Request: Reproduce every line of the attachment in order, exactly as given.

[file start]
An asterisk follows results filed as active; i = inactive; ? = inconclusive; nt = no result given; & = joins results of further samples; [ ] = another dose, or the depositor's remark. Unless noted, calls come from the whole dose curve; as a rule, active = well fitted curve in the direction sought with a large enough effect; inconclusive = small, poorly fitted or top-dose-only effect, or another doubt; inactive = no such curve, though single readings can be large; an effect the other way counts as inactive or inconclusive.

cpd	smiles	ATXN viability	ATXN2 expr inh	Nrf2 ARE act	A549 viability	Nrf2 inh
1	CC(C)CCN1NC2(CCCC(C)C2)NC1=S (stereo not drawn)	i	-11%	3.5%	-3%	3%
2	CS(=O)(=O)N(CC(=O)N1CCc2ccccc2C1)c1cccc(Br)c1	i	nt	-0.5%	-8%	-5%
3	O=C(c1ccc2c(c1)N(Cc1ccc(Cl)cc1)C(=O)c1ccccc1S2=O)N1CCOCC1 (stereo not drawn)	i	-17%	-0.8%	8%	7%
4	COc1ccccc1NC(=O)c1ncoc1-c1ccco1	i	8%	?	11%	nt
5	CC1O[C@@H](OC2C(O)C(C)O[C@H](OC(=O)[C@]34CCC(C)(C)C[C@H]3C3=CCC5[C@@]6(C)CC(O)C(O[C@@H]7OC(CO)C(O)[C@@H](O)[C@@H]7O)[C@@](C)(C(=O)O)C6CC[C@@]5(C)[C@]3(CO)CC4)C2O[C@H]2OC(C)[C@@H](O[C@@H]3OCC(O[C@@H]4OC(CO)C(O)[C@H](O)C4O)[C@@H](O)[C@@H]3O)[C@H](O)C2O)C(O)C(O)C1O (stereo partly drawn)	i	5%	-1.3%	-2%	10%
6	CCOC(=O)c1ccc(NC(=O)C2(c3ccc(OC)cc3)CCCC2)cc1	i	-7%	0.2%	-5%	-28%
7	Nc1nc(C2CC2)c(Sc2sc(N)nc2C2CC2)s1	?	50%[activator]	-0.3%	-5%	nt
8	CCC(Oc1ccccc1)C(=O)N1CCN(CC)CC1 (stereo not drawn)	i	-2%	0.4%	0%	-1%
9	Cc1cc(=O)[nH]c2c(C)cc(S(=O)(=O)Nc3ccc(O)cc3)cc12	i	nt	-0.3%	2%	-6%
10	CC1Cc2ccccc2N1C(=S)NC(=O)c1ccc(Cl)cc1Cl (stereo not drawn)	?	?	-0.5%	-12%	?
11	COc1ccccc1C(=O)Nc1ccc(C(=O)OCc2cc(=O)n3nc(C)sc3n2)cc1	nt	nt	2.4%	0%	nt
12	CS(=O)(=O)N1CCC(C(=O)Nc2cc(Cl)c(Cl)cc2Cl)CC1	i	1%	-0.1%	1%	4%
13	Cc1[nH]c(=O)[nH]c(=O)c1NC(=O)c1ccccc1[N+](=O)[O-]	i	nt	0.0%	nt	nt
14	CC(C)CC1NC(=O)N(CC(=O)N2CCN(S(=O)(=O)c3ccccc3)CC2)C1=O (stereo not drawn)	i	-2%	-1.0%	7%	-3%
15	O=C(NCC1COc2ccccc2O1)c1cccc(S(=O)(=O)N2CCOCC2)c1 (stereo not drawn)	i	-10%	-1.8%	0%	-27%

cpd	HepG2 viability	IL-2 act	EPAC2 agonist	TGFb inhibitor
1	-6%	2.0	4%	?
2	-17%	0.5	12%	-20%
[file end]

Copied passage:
An asterisk follows results filed as active; i = inactive; ? = inconclusive; nt = no result given; & = joins results of further samples; [ ] = another dose, or the depositor's remark. Unless noted, calls come from the whole dose curve; as a rule, active = well fitted curve in the direction sought with a large enough effect; inconclusive = small, poorly fitted or top-dose-only effect, or another doubt; inactive = no such curve, though single readings can be large; an effect the other way counts as inactive or inconclusive.

cpd	smiles	ATXN viability	ATXN2 expr inh	Nrf2 ARE act	A549 viability	Nrf2 inh
1	CC(C)CCN1NC2(CCCC(C)C2)NC1=S (stereo not drawn)	i	-11%	3.5%	-3%	3%
2	CS(=O)(=O)N(CC(=O)N1CCc2ccccc2C1)c1cccc(Br)c1	i	nt	-0.5%	-8%	-5%
3	O=C(c1ccc2c(c1)N(Cc1ccc(Cl)cc1)C(=O)c1ccccc1S2=O)N1CCOCC1 (stereo not drawn)	i	-17%	-0.8%	8%	7%
4	COc1ccccc1NC(=O)c1ncoc1-c1ccco1	i	8%	?	11%	nt
5	CC1O[C@@H](OC2C(O)C(C)O[C@H](OC(=O)[C@]34CCC(C)(C)C[C@H]3C3=CCC5[C@@]6(C)CC(O)C(O[C@@H]7OC(CO)C(O)[C@@H](O)[C@@H]7O)[C@@](C)(C(=O)O)C6CC[C@@]5(C)[C@]3(CO)CC4)C2O[C@H]2OC(C)[C@@H](O[C@@H]3OCC(O[C@@H]4OC(CO)C(O)[C@H](O)C4O)[C@@H](O)[C@@H]3O)[C@H](O)C2O)C(O)C(O)C1O (stereo partly drawn)	i	5%	-1.3%	-2%	10%
6	CCOC(=O)c1ccc(NC(=O)C2(c3ccc(OC)cc3)CCCC2)cc1	i	-7%	0.2%	-5%	-28%
7	Nc1nc(C2CC2)c(Sc2sc(N)nc2C2CC2)s1	?	50%[activator]	-0.3%	-5%	nt
8	CCC(Oc1ccccc1)C(=O)N1CCN(CC)CC1 (stereo not drawn)	i	-2%	0.4%	0%	-1%
9	Cc1cc(=O)[nH]c2c(C)cc(S(=O)(=O)Nc3ccc(O)cc3)cc12	i	nt	-0.3%	2%	-6%
10	CC1Cc2ccccc2N1C(=S)NC(=O)c1ccc(Cl)cc1Cl (stereo not drawn)	?	?	-0.5%	-12%	?
11	COc1ccccc1C(=O)Nc1ccc(C(=O)OCc2cc(=O)n3nc(C)sc3n2)cc1	nt	nt	2.4%	0%	nt
12	CS(=O)(=O)N1CCC(C(=O)Nc2cc(Cl)c(Cl)cc2Cl)CC1	i	1%	-0.1%	1%	4%
13	Cc1[nH]c(=O)[nH]c(=O)c1NC(=O)c1ccccc1[N+](=O)[O-]	i	nt	0.0%	nt	nt
14	CC(C)CC1NC(=O)N(CC(=O)N2CCN(S(=O)(=O)c3ccccc3)CC2)C1=O (stereo not drawn)	i	-2%	-1.0%	7%	-3%
15	O=C(NCC1COc2ccccc2O1)c1cccc(S(=O)(=O)N2CCOCC2)c1 (stereo not drawn)	i	-10%	-1.8%	0%	-27%

cpd	HepG2 viability	IL-2 act	EPAC2 agonist	TGFb inhibitor
1	-6%	2.0	4%	?
2	-17%	0.5	12%	-20%